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Suzanne Grabe Devlin


The Mason Spirit: The Magazine for Alumni and Friends of George Mason University

Into the Fray

Devlin makes the very best of conflicted situations

By Fran Rensbarger

Suzanne Grabe Devlin, BA Sociology '82 and MS Conflict Management '85, liked the sound of the job: active, outside, working with people, problem solving, and for double the salary she was making. So when the Fairfax County Police Department opened its doors to women in the 1970s, Devlin was among the first women brought on board. “It seemed like a good thing to do. I didn't ever think I would be in it for 28 years,” she says. Now a lieutenant colonel in the department, Devlin has been named its acting chief—something else she never expected.

Devlin's journey to the department's top spot was not without its hurdles, though. As a former Marine, she was as prepared as anyone could be to handle the challenges created by women entering a male-dominated field. But 28 years ago, “the world of policing was adjusting to women in policing,” says Devlin. For example, the only uniforms available were men's—and that was just the beginning of issues that needed to be resolved.

“It wasn't that the organization wasn't welcoming, it was, but it was learning how to accommodate women,” Devlin says. And the challenges she and other women confronted early on not only came from within the department. “The outside community didn't know how to react to women in uniform as well. It was a constant education for people inside and outside.”

While on the job, Devlin returned to school at Northern Virginia Community College (NVCC) and then George Mason for her bachelor's degree in sociology. When Mason's new master's degree program in conflict resolution surfaced, she saw it fit her world. “Being a person of the 60s, painfully aware of Vietnam and peace and riots, most of us at that time believed there had to be another way to manage the world,” she says.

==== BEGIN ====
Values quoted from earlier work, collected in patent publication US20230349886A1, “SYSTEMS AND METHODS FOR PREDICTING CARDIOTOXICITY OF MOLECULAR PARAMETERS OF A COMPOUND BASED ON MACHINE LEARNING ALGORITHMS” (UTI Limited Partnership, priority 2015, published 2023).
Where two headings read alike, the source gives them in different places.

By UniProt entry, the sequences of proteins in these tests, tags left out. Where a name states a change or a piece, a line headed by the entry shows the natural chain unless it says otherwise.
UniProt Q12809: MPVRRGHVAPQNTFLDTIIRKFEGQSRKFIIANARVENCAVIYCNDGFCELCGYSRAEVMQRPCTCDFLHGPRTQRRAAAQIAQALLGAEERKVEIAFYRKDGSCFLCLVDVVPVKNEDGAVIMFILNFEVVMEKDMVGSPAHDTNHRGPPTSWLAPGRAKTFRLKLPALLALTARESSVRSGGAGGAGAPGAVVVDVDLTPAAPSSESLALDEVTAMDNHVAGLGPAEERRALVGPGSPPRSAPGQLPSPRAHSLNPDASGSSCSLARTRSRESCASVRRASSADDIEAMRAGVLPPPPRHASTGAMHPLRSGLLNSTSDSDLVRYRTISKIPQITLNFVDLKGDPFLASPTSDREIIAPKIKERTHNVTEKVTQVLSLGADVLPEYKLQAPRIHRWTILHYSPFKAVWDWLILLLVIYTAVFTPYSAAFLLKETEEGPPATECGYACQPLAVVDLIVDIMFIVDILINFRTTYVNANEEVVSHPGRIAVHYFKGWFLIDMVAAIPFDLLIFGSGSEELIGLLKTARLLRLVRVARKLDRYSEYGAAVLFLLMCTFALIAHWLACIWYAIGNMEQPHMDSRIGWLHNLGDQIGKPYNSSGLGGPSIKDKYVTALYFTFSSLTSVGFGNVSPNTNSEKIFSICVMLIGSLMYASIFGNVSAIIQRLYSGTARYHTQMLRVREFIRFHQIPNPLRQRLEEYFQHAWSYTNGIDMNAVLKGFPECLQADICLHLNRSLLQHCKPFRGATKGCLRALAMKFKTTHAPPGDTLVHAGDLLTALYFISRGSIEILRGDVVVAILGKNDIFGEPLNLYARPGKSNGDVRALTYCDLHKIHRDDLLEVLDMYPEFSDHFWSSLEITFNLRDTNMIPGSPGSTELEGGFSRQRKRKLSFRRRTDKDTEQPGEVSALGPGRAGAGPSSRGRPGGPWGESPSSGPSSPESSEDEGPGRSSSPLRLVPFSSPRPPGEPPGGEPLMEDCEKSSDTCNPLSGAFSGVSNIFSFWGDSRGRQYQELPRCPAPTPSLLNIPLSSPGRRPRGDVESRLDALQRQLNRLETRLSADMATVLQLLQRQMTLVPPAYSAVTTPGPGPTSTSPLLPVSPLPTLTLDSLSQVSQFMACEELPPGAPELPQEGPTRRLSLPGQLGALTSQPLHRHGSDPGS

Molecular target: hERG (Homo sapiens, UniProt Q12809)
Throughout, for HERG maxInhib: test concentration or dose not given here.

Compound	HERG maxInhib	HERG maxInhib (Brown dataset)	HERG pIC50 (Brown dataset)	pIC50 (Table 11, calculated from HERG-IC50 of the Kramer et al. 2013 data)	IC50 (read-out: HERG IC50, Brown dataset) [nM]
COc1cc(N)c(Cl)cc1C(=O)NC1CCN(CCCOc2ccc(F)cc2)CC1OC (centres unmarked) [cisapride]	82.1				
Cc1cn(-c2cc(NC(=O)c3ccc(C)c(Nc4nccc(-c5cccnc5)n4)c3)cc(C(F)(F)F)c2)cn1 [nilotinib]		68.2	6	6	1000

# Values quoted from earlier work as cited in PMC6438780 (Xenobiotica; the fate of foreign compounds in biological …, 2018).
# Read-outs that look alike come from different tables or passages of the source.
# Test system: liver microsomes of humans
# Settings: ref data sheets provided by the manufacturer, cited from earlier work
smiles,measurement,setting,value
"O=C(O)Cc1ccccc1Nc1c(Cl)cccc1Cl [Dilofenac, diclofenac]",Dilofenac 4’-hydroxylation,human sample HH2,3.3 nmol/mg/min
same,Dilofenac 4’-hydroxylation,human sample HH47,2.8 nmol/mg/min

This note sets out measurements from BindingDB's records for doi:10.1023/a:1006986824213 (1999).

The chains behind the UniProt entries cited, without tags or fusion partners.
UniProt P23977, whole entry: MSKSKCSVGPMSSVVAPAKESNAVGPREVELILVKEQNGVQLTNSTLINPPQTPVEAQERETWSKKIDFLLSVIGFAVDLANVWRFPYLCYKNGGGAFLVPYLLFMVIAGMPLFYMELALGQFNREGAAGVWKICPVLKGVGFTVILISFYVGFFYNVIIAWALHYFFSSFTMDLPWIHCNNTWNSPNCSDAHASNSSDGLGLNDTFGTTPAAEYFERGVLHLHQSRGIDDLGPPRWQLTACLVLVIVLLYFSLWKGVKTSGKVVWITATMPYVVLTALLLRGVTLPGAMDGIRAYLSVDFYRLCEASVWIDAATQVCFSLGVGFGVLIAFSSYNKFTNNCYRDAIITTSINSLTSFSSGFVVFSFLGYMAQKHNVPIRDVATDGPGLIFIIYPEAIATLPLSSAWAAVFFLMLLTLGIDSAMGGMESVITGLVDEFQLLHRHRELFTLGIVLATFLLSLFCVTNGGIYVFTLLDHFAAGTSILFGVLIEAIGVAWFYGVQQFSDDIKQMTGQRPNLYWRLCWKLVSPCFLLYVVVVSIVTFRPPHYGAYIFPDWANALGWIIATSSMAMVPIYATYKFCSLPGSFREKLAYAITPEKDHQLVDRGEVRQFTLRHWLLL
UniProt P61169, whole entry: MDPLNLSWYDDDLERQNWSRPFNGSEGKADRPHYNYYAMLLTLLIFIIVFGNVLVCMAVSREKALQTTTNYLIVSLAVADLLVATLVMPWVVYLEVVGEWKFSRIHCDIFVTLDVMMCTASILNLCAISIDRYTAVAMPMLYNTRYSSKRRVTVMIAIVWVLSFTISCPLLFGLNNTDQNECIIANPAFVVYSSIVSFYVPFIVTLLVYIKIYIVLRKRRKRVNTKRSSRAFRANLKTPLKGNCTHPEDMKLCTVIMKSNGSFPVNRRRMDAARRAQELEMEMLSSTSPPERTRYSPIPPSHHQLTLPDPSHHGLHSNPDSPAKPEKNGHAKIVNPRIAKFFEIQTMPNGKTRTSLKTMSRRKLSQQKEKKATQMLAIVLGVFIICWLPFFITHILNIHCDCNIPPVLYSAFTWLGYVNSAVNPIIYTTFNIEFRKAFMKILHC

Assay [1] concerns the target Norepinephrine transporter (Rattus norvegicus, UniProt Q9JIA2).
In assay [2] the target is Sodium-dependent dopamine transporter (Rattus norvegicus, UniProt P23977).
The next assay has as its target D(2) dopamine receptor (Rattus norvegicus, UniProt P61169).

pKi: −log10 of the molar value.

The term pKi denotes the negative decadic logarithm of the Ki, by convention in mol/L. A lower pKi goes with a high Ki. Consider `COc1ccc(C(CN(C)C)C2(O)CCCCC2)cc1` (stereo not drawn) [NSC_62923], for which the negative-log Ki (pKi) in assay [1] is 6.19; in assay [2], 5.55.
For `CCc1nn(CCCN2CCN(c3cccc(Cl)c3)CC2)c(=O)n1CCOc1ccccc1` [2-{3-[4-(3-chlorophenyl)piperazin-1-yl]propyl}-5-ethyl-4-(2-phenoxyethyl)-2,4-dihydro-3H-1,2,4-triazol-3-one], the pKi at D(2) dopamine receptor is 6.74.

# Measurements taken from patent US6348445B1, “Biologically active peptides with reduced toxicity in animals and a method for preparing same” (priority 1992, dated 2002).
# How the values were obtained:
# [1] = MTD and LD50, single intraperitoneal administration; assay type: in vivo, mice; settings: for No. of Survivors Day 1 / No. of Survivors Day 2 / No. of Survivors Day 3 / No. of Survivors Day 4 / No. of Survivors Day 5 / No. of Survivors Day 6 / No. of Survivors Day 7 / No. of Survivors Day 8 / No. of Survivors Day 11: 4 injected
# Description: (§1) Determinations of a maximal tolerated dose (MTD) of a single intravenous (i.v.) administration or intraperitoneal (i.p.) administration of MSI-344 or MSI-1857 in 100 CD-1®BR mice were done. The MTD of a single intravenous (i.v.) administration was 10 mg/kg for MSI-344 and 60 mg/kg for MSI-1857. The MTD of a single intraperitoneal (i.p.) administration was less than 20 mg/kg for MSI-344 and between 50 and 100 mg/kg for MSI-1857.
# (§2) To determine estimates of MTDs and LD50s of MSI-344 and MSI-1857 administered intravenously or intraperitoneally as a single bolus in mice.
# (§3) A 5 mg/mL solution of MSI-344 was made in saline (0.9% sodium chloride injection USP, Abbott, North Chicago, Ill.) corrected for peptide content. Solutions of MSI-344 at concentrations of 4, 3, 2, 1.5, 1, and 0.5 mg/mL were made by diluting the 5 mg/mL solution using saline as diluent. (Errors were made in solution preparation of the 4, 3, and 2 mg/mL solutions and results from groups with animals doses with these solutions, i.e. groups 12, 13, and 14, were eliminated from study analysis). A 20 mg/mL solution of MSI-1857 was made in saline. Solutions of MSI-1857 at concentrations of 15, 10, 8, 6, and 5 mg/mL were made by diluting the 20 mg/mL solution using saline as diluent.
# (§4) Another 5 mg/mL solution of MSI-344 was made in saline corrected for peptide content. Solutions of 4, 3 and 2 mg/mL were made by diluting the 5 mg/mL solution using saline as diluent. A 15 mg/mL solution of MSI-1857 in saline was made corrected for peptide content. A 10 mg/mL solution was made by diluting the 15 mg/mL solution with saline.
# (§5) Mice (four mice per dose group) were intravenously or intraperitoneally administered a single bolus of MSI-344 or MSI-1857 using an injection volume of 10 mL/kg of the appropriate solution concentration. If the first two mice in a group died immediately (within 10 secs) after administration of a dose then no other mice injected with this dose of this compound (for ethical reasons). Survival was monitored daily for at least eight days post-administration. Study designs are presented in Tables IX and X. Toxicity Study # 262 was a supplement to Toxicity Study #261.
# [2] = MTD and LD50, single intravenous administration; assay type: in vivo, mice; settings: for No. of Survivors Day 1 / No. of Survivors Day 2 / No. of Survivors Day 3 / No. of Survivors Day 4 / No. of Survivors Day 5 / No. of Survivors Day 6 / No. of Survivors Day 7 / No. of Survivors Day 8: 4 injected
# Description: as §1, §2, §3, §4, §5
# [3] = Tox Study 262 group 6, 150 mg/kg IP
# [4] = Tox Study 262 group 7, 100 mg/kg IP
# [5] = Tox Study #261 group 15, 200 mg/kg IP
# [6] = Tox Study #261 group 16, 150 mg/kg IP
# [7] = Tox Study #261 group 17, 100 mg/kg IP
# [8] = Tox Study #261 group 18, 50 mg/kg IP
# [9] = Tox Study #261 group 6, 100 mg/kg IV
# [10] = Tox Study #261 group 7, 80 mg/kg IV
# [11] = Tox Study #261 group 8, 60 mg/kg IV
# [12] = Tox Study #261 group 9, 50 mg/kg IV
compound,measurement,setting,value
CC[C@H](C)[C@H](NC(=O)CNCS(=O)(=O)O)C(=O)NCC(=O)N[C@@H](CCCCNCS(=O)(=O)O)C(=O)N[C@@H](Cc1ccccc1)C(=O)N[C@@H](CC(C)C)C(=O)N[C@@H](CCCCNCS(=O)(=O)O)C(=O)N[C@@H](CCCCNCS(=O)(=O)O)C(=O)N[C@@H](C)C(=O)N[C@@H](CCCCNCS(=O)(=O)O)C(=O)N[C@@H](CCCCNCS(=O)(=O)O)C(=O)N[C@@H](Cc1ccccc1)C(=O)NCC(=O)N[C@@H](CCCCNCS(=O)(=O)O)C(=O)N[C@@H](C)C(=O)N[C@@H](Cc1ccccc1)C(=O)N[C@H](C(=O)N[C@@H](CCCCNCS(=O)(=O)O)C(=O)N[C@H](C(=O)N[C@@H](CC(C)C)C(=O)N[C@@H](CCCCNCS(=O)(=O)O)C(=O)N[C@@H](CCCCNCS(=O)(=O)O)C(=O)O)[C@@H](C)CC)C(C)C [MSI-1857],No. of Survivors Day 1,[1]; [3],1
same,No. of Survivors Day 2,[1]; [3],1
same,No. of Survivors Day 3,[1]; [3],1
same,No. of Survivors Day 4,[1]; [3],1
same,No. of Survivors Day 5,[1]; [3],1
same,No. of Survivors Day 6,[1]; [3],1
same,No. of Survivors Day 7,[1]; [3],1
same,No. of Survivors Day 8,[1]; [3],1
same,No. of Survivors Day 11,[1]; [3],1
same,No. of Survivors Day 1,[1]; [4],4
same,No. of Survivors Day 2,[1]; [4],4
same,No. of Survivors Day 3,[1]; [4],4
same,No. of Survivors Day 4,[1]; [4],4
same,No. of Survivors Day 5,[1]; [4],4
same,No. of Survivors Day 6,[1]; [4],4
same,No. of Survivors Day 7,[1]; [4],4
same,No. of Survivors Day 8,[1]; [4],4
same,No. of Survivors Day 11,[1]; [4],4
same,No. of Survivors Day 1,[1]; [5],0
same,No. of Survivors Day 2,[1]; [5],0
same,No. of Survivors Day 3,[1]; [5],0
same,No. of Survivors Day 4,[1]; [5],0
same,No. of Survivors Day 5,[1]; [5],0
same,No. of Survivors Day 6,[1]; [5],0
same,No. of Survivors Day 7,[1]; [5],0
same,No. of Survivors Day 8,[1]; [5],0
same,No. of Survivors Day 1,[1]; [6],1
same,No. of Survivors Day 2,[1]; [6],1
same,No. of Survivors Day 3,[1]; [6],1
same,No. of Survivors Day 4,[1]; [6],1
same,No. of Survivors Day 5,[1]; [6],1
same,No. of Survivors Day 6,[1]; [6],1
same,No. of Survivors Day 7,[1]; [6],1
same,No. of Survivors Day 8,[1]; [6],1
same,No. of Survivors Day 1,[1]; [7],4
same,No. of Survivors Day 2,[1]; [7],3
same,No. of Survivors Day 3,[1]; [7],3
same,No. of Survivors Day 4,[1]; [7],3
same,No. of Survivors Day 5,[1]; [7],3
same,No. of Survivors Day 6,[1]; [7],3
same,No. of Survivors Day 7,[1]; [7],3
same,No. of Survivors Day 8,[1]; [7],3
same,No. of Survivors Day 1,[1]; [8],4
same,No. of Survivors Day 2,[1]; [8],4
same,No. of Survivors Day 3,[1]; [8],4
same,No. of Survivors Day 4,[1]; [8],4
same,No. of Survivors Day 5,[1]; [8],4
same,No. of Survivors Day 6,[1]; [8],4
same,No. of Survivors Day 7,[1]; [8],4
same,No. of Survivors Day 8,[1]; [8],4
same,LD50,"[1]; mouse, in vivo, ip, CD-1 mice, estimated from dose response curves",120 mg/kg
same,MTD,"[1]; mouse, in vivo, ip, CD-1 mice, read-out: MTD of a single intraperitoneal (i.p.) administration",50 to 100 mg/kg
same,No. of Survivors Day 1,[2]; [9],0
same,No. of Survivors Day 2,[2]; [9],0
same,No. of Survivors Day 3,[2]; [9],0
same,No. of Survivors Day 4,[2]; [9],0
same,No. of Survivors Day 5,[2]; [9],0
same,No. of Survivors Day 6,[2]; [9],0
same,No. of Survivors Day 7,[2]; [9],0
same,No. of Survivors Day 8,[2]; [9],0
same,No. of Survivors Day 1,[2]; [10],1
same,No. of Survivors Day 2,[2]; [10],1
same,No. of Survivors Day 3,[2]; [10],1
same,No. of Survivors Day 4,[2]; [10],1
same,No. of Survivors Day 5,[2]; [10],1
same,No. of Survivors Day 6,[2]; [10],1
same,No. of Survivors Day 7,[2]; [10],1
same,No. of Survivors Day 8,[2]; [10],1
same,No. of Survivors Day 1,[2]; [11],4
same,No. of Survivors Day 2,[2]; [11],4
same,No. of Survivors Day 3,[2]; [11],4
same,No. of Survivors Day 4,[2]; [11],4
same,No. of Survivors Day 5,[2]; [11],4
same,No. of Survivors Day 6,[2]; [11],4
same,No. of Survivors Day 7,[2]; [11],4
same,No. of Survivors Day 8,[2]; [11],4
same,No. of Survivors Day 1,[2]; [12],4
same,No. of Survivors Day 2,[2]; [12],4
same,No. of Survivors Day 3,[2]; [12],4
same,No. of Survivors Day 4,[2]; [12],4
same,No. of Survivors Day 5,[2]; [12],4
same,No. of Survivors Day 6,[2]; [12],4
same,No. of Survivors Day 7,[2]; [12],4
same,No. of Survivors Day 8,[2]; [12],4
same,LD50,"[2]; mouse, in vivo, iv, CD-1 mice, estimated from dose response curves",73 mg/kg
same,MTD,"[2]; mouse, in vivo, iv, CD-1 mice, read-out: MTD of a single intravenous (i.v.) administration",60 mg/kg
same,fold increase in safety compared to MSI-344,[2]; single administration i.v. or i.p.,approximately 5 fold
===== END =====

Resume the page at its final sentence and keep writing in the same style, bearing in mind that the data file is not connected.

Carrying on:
“I think my education has made me more sensitive to the fact that conflict is present in the environment, and it's a functional part of life and any organization,” Devlin says. “My studies certainly provided me with skills to more effectively manage workplace conflict and find the strength in conflict as a process of development.” The insight she gained from her studies enabled her to develop practical solutions for her own organization and for a career field that needed some help back then.

“It wasn't just women; it was the whole diversity thing,” Devlin says. The solution lay in frank discussion and developing a community among those who felt isolated from the larger organization and in coping with conflict within the organization, she explains. As a result, she created an employee dialogue program called EQUIP (Employee QUality Improvement Program) to bring officers' issues to a higher level in the bureaucracy.

Wherever she could, Devlin found a place to bring home what she learned. As a master's project in 1983, she organized the first conference for women in law enforcement, which addressed how women could cope with a difficult environment. The conference was later adopted by a presidential task force on women in federal law enforcement, which was set up under Jimmy Carter. Recently, Devlin was honored for years of work, begun as a student at the Institute for Conflict Analysis and Resolution, in bringing a student mediation program to the public schools and helping to develop the Pathways to Peace annual peer mediation conference.

“Conflict is a good thing, and you can make it work for you—if you deal with it,” she says. “We can only hope that in the next 10 years organizations will see a value to having the right kind of people helping others resolve conflict even at the simplest level and helping people confront difficult situations before they escalate.”

Devlin serves on board positions with the FBI National Academy Associates, the Virginia Chiefs Training Committee, the Work Force Investment Board, and the Northern Virginia Mediation Service. She also has been an adjunct instructor for 13 years teaching criminal justice first at NVCC and now at Mason. Devlin and her husband of 20 years have two daughters.